Our peaceful stay on Camiguin had a less than peaceful ending when 2 days of rain and wind turned out to be the work of Typhoon Frank rather than just “regular” bad weather. The night before we were due to leave for the mainland all the ferries had been cancelled and the part of the beach that wasn’t already under water was constantly beaten by frothing waves. Amazingly, the wind had eased by morning and we felt lucky that we wouldn’t be missing any of our upcoming flights. At the airport, on our way from Cagayan to Manila, I made the mistake of thinking that we had a good chance of experiencing our first on-time departure with Cebu Pacific Air. 7 hours later, freezing from the powerful A/C and braindead from watching the same five horrible commercials on loop in the departure hall (literally a big room with nothing but chairs and said crappy TV) the loudspeaker announced that all passengers should go through security and get ready to board. As if we hadn’t already been ready and waiting for half the day!

The Manila that we landed in was completely different from the sunny place we had left about a month earlier. Palmtrees looked like they would snap in half from the gale force winds and it was difficult to find shelter from the downpour. During the cab ride to our hostel we were in the midst of scenes I’ve only seen on the news before – people wading in knee-deep water surrounded by cars that should have been rowed rather than driven down the street. The disappointment of our flight to Taiwan having been moved forward by a day so as to avoid Frank, who was supposed to have been wreaking havoc in Taipei around the time we were due to land, was tempered by our discovery of Manila’s shopping malls. We were luckier than many people in that the main damage caused by Frank was to our bank accounts!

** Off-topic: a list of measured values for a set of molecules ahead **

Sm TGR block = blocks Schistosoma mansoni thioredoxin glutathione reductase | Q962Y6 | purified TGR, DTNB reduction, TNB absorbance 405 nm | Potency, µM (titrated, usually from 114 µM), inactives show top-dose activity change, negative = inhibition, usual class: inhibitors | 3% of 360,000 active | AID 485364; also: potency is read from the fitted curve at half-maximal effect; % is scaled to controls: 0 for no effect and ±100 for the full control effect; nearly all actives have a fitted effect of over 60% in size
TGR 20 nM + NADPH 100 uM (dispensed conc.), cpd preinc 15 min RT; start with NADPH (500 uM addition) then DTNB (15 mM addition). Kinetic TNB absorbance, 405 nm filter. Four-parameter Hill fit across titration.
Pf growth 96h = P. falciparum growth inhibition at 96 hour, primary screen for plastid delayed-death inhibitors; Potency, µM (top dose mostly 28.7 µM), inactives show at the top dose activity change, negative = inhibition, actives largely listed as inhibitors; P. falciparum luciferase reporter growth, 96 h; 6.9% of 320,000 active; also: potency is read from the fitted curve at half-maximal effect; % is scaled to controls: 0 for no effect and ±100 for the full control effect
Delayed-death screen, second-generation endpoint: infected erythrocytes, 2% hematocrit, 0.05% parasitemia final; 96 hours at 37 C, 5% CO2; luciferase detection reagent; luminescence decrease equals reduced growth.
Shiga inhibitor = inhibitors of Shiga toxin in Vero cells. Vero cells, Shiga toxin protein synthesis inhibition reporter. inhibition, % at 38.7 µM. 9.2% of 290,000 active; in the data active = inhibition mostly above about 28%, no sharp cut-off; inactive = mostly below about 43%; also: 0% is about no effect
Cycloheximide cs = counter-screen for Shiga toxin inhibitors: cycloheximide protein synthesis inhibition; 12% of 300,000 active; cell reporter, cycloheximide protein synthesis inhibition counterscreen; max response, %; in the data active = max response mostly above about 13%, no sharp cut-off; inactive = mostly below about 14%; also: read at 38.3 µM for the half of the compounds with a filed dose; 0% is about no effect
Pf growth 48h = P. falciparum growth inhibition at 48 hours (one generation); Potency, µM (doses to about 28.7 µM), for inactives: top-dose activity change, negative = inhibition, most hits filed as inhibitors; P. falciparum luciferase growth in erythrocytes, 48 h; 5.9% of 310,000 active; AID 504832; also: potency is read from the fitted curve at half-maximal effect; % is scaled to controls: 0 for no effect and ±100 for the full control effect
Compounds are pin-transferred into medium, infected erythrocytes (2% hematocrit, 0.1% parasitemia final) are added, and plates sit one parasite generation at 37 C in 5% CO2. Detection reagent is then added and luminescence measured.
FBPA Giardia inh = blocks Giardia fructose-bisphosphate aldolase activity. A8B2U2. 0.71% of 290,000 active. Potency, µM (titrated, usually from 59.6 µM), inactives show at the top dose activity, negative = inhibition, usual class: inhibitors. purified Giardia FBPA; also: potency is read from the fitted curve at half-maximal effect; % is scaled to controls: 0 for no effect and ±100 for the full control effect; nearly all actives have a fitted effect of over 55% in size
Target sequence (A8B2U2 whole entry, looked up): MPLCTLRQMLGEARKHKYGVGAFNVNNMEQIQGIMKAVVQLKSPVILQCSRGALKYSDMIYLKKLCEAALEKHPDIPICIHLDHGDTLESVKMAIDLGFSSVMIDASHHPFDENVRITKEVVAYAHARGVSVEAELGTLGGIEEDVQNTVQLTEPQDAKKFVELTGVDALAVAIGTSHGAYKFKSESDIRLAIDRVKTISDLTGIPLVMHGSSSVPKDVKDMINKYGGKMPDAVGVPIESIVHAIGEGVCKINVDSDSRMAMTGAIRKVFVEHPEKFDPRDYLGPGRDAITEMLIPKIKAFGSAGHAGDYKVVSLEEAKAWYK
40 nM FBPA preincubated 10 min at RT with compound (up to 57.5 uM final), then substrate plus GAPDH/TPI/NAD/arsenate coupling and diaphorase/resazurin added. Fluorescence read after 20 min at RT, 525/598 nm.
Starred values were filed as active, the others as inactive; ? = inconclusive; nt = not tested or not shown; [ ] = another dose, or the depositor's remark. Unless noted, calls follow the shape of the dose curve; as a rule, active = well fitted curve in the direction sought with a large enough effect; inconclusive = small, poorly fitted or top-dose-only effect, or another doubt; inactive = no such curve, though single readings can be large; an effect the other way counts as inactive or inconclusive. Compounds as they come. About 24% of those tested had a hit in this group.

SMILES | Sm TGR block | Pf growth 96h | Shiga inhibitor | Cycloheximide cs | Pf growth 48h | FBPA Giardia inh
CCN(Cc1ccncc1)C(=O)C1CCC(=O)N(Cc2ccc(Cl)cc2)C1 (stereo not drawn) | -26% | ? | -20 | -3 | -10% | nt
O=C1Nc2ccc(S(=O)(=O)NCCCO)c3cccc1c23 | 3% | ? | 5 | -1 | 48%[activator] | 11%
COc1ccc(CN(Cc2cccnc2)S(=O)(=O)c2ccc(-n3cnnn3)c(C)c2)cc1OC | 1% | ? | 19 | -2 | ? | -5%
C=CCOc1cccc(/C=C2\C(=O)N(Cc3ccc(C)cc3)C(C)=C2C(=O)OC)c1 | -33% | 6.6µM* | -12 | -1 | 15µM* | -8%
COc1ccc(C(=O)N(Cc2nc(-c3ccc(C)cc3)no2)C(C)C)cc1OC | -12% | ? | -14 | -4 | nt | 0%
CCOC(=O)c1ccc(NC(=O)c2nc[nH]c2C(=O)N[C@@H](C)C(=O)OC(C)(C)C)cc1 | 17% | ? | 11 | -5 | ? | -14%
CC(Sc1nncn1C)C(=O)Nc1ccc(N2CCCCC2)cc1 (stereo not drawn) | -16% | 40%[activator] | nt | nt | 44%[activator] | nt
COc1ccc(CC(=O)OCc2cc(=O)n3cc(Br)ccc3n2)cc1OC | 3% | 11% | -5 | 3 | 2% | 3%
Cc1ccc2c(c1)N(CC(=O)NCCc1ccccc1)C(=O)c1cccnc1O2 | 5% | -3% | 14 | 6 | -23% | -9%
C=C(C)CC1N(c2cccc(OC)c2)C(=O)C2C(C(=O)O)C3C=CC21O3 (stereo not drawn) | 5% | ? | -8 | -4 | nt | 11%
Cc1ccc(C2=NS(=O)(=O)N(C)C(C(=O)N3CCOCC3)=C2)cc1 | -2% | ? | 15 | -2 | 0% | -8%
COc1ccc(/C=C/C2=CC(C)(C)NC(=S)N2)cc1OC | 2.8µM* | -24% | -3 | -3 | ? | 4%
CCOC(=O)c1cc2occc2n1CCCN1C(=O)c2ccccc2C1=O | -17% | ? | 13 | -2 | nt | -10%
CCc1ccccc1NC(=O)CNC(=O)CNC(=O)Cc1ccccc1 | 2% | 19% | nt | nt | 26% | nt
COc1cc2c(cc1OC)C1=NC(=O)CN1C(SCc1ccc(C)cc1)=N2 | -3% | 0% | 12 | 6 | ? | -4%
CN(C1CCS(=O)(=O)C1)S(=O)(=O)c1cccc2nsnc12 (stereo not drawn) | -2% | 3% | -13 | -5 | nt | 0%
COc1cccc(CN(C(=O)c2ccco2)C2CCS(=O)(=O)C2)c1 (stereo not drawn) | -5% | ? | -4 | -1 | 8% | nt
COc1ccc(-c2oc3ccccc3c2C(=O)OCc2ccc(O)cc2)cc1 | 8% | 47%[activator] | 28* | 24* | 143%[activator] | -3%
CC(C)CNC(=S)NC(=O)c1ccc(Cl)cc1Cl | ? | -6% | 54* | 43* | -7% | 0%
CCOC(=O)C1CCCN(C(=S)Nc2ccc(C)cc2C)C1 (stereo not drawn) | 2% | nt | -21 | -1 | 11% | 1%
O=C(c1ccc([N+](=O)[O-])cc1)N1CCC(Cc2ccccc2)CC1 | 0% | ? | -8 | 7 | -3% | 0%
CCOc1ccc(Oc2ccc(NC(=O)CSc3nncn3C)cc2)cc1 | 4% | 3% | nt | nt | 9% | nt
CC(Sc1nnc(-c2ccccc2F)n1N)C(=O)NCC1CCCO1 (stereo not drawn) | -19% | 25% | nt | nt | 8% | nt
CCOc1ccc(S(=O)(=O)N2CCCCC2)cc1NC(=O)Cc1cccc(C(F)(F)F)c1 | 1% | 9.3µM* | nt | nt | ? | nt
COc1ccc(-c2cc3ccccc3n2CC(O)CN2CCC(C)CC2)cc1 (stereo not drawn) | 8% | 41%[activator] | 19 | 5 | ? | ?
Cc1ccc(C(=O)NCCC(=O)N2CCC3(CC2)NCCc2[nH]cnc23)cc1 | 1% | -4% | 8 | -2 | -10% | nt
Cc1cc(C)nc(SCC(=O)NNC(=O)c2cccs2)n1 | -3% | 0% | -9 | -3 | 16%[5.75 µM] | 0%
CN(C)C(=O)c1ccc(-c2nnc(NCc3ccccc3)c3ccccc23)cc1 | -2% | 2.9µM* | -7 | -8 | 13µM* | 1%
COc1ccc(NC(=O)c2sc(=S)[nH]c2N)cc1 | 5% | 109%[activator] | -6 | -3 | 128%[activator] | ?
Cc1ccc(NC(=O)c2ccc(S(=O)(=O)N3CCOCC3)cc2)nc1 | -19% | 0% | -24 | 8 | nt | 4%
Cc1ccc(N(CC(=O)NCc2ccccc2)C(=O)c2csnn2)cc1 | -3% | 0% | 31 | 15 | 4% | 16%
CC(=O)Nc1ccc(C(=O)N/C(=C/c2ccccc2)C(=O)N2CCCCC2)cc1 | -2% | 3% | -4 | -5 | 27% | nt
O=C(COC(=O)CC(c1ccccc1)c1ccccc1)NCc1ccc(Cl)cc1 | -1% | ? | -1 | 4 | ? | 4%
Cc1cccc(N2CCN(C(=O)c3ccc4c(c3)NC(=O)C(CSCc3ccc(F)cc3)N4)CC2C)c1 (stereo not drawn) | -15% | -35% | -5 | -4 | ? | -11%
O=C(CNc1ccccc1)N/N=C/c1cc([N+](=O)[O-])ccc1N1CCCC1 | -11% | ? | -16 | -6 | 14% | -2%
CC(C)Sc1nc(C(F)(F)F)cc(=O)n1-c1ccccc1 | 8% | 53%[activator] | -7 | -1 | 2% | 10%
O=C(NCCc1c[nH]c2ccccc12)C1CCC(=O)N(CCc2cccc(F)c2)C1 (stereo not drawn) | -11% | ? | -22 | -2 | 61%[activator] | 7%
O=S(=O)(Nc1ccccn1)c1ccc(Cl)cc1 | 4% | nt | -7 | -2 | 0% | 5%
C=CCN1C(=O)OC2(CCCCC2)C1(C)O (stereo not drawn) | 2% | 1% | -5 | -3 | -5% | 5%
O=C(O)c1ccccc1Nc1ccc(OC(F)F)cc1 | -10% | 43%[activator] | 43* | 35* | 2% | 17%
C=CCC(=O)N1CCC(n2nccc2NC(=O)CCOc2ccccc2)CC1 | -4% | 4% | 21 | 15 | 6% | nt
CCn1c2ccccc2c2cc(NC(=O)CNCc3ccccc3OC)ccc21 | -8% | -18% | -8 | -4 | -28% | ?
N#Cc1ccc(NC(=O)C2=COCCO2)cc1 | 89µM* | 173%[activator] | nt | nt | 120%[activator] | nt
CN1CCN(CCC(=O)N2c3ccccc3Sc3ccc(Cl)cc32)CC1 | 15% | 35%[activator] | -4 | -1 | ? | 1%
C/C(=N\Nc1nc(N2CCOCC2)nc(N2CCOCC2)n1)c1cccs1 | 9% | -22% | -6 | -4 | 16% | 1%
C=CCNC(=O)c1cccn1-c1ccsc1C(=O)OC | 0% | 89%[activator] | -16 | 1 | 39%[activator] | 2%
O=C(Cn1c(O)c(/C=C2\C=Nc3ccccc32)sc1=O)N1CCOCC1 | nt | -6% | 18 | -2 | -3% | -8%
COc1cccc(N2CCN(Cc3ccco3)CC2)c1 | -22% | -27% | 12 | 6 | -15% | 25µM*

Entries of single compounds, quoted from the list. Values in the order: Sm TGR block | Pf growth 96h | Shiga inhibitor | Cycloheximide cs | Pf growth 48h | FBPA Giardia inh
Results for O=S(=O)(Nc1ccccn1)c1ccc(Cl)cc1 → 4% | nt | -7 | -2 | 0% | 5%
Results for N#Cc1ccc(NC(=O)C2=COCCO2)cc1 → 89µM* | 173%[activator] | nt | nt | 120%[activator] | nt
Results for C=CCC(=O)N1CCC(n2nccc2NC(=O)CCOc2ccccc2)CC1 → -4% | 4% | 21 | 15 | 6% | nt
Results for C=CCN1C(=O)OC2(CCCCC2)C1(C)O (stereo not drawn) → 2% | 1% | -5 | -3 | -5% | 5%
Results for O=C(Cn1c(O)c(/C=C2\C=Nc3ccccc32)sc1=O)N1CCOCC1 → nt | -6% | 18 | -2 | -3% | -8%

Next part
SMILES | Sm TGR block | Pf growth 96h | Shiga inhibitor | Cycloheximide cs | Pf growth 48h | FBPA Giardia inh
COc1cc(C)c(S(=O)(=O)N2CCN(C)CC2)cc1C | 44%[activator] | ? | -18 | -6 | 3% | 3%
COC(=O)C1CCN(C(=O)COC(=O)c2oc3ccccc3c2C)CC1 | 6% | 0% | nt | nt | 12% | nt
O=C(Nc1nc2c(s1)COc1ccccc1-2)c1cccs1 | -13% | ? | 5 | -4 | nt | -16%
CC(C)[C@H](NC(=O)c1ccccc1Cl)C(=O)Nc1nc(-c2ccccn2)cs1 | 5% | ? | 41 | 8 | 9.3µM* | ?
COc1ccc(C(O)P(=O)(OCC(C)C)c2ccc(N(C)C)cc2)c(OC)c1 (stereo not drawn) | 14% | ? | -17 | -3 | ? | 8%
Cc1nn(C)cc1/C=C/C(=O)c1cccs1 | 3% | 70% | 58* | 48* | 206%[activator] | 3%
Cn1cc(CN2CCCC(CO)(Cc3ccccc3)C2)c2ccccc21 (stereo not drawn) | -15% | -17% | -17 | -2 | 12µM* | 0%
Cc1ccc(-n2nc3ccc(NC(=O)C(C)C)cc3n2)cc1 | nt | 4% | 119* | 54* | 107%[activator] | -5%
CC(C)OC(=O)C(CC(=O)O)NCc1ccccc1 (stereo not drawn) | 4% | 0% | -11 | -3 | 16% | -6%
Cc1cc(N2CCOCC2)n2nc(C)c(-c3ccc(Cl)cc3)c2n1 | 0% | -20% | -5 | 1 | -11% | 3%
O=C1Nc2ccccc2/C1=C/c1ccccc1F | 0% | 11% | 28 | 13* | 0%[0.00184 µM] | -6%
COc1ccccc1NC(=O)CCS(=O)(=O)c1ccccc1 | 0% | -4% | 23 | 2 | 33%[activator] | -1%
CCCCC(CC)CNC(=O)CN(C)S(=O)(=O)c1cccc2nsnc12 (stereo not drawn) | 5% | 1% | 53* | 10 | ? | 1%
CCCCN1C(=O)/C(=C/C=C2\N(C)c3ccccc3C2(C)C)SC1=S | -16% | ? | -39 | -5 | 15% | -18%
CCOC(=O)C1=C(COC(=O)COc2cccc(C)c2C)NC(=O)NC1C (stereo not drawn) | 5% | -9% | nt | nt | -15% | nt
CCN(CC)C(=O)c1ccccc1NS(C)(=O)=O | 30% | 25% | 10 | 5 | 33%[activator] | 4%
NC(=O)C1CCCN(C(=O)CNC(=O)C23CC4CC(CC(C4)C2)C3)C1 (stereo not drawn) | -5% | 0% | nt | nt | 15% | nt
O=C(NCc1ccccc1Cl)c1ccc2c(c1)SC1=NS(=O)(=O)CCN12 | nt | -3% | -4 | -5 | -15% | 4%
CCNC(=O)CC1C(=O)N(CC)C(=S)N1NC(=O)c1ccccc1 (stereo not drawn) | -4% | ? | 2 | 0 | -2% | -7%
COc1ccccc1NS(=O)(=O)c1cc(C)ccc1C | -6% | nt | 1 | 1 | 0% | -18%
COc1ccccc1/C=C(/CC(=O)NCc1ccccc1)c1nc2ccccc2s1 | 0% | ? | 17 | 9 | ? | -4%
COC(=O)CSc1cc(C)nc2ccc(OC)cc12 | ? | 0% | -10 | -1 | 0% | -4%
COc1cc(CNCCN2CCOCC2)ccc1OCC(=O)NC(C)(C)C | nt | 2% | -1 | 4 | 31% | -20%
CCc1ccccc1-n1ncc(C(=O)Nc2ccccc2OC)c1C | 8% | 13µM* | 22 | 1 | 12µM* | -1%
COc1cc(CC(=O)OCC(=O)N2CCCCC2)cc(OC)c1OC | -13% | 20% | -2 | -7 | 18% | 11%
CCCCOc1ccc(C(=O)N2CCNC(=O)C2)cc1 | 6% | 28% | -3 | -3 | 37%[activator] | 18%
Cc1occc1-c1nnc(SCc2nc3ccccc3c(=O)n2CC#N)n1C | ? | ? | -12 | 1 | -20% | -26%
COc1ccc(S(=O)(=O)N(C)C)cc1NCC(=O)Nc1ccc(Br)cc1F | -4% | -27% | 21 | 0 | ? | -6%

The irony of our flight to Taiwan being the only flight to/in/from the Philippines without a delay (not counting 24 hours) wasn’t lost on us as we stood in a check-in queue for two hours, followed by an immigration queue, and then a security queue, leaving us with barely enough time to run across the airport (now there would have been plenty to do, of course) to our gate. Although Frank decided to skip Taiwan for Hong Kong, 95 % humidity, sunshine, and temperatures of over 30 °C means we’re almost as wet here as we were in the Philippines…

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Beach Bums (Part II)

Posted by maudholma on 19 June 2008

After Malapascua, we went to Siargao Island, the surf Mecca of the Philippines. Despite my best efforts, all I got out of my surfing lesson was bruised knees and a bruised ego. The kid teaching me tried to blame it on my board being too short, but I took the fact that I spent more time under the water than on the water as a sign that I should stick to diving and headed over to Camiguin Island instead. The 7 volcanoes (only one of them apparently not active anymore) on the island mean that the sand here is jet black, except for a small white sand island a short boat ride away from where we live. It’s s different kind of paradise, but a paradise nonetheless!

After a few days of jumping on and off different buses and ferries from Malapascua to Siargao and then Siargao to Camiguin, we began our time here by relaxing, perfecting our tans, and completely losing track of time. We then spent a few days underwater, exploring volcanic rock formations and all manner of aquatic life. Before our final dive, a night dive, we watched a striking sunset before gearing up while looking at turtles coming up to the surface to breathe. Half an hour later, surrounded complete darkness except for our flashlights, we were diving with said turtles and even got to pet one! Definitely a sign that I should stick to diving.